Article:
Kennedy and the location of the car at the time of the shots
establish that the bullets were fired from above and behind the
Presidential limousine, striking the President as follows:

     President Kennedy was first struck by a bullet which entered
at the back of his neck and exited through the lower front
portion of his neck, causing a wound which would not necessarily
have been lethal. The President was struck a second time by a
bullet which entered the right rear portion of his head, causing
a massive and fatal wound."


Black and White and Colored Prints and transparencies

Head viewed from above

#5(9JB), 8(7JB), 13(6JB), 16(10JB), 32, 33, 34, 35, 36, 37

Head viewed from right and above to include part of face, neck,
shoulder and upper chest

#3(14JB), 4(13JB), 11(6JB), 12(5JB), 26, 27, 28, 40, 41

Head and neck viewed from left side
#6(3JB), 15(4JB), 17(2JB), 18(1JB), 29, 30, 31

Head viewed from behind
#7(16JB), 14(15JB), 42, 43

Cranial cavity with brain removed viewed from above and in front
#1(18JB), 2(17JB), 44, 45

Back of body including neck
#9(11JB), 10(12JB), 38, 39

Brain viewed from above
#50, 51, 52

brain viewed from below
#46, 47, 48, 49

     The black and white and color negatives corresponding to the
above were present and there were also seven black and white
negatives of the brain without corresponding prints. These were
numbered 19 through 25(JTB) and appeared to represent the same
views as #46 through 52.  All of the above were listed in a
memorandum of transfer, located in the National Archives, and
dated Apr. 26, 1965.

X-ray Films

     (The films bore the number 21296 and an inscription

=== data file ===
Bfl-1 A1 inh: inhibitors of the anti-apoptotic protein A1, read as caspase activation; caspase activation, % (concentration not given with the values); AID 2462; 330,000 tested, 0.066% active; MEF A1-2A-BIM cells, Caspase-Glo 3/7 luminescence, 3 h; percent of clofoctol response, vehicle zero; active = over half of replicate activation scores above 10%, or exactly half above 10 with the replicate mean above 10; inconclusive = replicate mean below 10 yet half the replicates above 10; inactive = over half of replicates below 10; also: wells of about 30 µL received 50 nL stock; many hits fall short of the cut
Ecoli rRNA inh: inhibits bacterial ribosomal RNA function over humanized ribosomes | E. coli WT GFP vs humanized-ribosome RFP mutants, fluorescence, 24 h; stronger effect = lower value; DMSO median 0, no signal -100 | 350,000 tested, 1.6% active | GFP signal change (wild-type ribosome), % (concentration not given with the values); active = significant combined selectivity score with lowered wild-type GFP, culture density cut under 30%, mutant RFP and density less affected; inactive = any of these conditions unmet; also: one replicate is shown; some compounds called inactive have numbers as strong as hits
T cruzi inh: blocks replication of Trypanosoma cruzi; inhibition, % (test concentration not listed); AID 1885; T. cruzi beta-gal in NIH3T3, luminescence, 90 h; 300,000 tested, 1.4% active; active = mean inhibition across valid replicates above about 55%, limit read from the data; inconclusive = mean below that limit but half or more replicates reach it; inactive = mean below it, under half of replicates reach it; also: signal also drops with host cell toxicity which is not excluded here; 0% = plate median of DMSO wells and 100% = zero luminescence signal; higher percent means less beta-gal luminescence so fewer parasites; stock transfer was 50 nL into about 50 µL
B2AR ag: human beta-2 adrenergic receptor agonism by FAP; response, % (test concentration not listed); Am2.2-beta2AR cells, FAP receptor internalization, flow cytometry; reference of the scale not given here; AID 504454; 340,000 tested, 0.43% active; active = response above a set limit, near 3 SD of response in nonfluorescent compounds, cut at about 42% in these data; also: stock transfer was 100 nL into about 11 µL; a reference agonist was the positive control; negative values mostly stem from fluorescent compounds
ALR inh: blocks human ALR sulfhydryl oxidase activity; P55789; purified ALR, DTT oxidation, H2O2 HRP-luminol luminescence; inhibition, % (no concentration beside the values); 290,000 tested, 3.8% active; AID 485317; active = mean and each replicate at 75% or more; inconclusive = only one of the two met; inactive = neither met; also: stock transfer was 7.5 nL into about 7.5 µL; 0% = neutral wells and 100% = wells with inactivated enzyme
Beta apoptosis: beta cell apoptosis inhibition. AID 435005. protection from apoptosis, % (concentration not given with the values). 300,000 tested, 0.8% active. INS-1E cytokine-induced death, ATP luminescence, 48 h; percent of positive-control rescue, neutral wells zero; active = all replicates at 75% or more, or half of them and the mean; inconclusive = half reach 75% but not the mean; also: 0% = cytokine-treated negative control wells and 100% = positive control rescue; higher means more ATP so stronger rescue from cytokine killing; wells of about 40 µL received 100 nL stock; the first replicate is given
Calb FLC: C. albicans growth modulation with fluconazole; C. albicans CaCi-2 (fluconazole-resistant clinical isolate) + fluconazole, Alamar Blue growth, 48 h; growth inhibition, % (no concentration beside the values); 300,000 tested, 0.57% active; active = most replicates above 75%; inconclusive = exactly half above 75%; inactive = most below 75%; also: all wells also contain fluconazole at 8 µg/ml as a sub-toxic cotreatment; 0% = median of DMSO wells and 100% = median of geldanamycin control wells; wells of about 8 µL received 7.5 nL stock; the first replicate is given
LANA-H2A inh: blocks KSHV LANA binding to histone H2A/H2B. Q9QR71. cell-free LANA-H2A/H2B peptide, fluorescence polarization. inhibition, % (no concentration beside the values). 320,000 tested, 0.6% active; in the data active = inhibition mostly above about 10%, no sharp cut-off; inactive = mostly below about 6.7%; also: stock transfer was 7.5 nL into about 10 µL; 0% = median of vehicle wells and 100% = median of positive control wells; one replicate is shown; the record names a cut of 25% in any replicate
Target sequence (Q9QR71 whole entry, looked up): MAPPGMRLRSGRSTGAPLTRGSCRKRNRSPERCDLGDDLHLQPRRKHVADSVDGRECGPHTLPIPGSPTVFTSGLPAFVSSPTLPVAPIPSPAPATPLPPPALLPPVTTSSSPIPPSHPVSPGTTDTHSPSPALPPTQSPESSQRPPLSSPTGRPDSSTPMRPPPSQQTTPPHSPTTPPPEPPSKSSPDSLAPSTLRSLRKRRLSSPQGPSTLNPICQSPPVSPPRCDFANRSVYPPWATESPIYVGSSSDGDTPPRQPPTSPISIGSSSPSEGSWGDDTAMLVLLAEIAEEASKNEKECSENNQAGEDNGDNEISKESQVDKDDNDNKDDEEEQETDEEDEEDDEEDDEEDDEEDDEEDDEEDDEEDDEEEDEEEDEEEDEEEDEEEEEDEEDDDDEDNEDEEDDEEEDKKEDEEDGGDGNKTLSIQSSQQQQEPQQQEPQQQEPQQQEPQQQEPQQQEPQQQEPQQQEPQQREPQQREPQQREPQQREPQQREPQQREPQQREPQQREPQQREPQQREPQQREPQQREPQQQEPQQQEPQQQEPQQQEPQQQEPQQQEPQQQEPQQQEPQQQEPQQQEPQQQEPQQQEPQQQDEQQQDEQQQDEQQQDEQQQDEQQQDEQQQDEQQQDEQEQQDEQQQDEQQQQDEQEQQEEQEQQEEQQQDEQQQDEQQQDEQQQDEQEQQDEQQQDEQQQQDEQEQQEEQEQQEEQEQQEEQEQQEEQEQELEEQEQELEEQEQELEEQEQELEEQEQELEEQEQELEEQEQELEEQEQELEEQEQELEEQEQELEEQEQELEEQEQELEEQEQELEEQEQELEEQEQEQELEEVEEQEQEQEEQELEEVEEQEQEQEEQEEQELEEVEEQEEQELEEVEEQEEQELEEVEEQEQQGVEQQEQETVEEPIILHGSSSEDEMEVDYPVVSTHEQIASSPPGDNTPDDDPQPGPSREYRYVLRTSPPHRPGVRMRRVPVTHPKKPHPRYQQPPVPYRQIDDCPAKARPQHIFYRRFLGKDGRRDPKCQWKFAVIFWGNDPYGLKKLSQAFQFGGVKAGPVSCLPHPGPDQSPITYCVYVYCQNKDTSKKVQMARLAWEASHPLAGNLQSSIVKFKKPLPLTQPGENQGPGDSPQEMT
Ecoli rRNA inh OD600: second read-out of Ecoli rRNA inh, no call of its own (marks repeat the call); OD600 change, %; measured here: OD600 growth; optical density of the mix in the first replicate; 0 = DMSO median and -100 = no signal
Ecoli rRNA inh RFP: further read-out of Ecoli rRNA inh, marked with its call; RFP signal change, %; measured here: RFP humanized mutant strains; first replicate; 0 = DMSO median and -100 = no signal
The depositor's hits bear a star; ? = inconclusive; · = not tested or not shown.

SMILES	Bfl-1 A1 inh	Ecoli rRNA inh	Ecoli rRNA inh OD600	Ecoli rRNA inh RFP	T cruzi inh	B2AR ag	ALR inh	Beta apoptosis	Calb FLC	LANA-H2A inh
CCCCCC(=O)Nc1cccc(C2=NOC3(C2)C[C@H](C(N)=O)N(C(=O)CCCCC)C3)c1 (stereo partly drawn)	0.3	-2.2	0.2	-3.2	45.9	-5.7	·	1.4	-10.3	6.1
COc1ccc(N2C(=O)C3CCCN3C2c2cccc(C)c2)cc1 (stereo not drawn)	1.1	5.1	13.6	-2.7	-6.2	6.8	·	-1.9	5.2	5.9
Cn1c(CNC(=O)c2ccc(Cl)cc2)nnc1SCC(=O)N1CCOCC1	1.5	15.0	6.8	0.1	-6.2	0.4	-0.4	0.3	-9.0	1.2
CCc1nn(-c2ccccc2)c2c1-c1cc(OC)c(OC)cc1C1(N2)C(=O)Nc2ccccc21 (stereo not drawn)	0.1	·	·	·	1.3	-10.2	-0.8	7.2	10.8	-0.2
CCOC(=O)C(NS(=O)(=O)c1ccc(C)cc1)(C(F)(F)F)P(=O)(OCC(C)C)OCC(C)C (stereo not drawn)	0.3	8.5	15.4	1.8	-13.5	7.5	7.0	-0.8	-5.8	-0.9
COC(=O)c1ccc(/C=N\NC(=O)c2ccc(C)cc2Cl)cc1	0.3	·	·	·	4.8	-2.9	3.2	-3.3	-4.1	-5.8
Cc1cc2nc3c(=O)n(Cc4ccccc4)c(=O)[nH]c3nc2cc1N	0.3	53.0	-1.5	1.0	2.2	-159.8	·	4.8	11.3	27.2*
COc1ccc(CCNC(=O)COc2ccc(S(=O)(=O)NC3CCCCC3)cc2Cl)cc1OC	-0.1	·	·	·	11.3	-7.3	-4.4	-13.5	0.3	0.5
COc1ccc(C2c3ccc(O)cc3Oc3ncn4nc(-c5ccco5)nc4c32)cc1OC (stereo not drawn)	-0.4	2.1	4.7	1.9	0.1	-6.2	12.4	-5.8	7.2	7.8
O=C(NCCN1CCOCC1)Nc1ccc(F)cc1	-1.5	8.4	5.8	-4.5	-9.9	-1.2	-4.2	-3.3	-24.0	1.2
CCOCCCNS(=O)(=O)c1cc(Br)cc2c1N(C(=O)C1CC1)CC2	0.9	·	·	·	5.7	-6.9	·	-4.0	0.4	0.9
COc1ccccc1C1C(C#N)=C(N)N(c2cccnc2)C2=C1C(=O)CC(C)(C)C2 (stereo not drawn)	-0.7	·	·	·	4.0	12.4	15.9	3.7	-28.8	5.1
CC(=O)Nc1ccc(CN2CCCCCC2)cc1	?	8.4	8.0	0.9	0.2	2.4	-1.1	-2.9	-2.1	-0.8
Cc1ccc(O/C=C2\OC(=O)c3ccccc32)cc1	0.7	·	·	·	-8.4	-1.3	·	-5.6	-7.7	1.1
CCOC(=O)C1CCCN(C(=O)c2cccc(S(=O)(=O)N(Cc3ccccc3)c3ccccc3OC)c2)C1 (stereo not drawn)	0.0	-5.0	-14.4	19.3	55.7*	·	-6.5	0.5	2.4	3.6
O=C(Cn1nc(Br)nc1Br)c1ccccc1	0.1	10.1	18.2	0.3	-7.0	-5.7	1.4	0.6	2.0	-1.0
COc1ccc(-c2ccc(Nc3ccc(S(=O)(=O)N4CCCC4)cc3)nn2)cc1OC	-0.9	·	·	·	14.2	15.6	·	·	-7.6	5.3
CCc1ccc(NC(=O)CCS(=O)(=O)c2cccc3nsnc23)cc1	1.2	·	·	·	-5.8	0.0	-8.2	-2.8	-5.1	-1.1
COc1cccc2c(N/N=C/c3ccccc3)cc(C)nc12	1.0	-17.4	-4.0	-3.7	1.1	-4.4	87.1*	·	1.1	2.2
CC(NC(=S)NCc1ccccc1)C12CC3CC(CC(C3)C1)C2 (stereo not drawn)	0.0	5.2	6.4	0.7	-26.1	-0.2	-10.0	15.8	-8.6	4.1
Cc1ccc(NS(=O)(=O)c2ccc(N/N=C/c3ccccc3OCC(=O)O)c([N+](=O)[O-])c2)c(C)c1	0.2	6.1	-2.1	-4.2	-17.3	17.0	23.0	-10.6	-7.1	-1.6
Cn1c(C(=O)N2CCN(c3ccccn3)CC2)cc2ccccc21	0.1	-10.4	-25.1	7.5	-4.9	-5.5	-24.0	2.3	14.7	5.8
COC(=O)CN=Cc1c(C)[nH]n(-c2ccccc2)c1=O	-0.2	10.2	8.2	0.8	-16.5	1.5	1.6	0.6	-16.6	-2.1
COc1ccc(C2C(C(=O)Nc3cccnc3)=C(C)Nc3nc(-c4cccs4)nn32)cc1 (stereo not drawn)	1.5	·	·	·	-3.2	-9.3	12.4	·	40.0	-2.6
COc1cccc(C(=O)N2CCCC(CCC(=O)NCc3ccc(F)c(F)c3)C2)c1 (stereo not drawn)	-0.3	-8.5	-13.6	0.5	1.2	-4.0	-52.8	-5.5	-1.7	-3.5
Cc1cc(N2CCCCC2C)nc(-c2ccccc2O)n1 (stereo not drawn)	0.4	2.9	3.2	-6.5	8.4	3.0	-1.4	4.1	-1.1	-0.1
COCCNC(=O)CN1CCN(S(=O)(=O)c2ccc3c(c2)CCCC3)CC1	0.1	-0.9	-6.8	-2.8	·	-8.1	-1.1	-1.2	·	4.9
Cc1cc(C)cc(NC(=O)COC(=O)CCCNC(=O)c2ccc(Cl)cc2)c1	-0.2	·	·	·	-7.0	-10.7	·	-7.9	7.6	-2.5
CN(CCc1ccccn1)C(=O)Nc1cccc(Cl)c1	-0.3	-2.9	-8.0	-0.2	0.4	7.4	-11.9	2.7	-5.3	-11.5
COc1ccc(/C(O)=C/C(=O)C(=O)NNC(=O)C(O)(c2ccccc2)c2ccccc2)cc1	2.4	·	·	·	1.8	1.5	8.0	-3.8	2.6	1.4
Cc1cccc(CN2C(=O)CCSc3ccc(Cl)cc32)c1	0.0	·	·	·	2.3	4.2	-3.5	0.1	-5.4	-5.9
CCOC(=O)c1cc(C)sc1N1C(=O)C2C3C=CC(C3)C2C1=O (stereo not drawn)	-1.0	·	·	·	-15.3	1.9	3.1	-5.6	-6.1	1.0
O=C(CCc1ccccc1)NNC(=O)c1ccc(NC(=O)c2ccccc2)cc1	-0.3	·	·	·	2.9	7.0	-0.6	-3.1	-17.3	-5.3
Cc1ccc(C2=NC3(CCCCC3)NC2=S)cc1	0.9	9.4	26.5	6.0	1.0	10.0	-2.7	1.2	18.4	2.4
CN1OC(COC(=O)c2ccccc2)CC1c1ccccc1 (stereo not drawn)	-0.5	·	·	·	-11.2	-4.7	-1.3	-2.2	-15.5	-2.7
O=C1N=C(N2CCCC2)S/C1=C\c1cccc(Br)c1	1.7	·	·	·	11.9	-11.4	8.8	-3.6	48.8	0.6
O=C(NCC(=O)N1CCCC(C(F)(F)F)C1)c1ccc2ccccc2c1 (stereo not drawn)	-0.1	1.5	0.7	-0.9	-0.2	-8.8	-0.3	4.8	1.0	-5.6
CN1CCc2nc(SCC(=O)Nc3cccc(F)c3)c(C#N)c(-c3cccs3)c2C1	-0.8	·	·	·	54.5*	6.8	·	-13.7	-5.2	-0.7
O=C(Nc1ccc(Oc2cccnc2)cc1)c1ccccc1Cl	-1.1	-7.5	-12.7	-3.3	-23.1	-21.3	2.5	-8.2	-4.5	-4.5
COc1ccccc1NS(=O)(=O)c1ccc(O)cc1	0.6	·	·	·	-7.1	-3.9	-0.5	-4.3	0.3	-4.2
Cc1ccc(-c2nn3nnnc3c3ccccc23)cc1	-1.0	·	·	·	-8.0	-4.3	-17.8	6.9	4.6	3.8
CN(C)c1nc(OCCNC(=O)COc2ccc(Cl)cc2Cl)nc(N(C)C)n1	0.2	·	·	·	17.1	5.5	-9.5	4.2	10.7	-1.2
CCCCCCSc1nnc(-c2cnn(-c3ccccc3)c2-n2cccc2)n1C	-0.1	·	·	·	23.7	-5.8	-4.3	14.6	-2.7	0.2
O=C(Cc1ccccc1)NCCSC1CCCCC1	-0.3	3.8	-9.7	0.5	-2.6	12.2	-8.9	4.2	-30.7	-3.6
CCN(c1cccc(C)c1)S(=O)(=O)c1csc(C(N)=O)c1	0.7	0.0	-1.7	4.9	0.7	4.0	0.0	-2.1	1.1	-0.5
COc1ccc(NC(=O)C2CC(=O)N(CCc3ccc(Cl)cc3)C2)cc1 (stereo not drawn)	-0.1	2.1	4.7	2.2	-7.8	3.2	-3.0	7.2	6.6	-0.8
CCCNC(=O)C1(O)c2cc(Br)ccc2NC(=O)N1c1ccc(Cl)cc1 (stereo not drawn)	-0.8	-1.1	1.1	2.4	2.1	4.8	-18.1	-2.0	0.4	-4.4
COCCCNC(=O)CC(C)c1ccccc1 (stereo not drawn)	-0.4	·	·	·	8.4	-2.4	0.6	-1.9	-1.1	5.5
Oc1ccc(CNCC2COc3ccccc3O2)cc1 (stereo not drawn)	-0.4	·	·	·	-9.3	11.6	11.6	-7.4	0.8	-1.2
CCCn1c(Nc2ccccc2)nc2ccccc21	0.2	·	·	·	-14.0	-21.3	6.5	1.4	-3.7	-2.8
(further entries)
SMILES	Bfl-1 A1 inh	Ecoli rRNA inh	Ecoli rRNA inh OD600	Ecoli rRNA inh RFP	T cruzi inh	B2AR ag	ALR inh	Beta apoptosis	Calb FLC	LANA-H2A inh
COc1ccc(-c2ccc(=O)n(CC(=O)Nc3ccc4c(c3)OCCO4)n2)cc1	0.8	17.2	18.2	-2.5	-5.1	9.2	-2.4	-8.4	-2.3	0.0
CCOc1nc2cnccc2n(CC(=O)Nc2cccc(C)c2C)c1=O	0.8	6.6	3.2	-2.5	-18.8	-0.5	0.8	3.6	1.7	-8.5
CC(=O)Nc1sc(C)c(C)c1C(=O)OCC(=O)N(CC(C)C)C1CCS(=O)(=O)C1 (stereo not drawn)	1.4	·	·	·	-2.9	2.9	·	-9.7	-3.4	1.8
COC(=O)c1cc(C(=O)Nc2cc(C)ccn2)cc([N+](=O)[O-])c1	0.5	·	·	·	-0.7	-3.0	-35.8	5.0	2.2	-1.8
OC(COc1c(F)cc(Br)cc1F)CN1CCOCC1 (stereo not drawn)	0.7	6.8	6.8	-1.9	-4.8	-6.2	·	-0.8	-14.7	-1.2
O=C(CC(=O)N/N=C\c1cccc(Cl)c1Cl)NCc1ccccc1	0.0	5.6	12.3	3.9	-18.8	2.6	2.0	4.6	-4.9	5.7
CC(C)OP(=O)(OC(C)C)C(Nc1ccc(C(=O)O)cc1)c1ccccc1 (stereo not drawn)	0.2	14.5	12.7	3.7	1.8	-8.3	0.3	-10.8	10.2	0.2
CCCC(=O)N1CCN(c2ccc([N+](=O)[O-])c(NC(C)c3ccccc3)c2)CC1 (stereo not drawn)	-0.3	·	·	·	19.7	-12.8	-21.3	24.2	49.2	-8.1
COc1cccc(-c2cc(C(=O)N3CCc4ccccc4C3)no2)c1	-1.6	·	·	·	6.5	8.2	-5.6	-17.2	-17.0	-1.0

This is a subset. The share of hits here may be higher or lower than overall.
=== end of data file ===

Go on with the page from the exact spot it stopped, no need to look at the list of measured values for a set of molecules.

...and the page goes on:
indicating that they have been made at the US Naval Hospital,
Bethesda, MD on 11/22/63.)

Skull, A-P view

Skull, left lateral

Skull, fragments of
#4, 5, 6

Thoracolumbar region, A-P view
#7, 11

Chests, A-P view

Right hemithorax, shoulder and upper arm, A-P view

Left hemithorax, shoulder and upper arm, A-P view

Pelvis, A-P view

Lower femurs and knees, A-P view

Upper legs, A-P view


CE 399--A whole bullet
CE 567--Portion of nose of a bullet
CE 569--Portion of base segment of a bullet
CE 840--3 fragments of lead

Motion Picture Films

CE 904--Zapruder film
CE 905--Nix film
CE 906--Muchmore film

Series of single frames (215 through 334) from Zapruder film

CE 393--Suit coat
CE 394--Shirt
CE 395--Neck tie


     The Warren Commission's Report and the accompanying volumes
of Exhibits and Hearings. (Study of these Documents was limited
to those portions deemed pertinent by The Panel.)


     Photographs 7, 14, 42, and 43 show the back of the head, the
contours of which have been grossly distorted by extensive
fragmentation of the underlying calvarium.  There is an
elliptical penetrating wound of the scalp situated near the
midline and high above the hairline. The position of this wound
corresponds to the hole in the skull seen in the lateral X-ray
film #2. (See description of X-ray films.) The long axis of this
wound corresponds to the long axis of the skull. The wound was
judged to be approximately six millimeters wide and 15
millimeters long. The margin of this wound shows an ill-defined
zone of abrasion.

     Photographs 5, 8, 13, 16, 32, 33, 34, 35, 36 and 37 show the
top of the head with multiple gaping irregularly stellate
lacerations of the scalp over the right parietal, temporal and
frontal regions.

     Photographs 1, 2, 44 and 45 show the frontal region of the
skull and a portion of the internal aspect of the back of the
skull. Due to lack of contrast of structures portrayed and lack
of clarity of detail in these photographs, the only conclusion
reached by The Panel from study of this series was that there was
no existing bullet defect in the supraorbital region of the

     Photographs 46, 47, 48 and 49 are of the inferior aspect of
the brain and show extensive deformation with laceration and
fragmentation of the right cerebral hemisphere. Irregularly
shaped areas of contusion with minor loss of cortex are seen on
the inferior surface of the first left temporal convolution. The
orbital gyri on the left show contusion with some underlying loss
of cortex.  The sylvian fissure on the right side has been
opened, revealing a rolled-up mass of arachnoid and blood clot
which is dark brown to black in color.  The mid-temporal region
is depressed and its surface lacerated. The peduncles have been
lacerated, probably incident to the removal of the contents from
the cranium.

     Photographs 50, 51 and 52 show the superior aspect of the
brain.  The left cerebral hemisphere is covered by a
generally-intact arachnoid with evidence of subarachnoid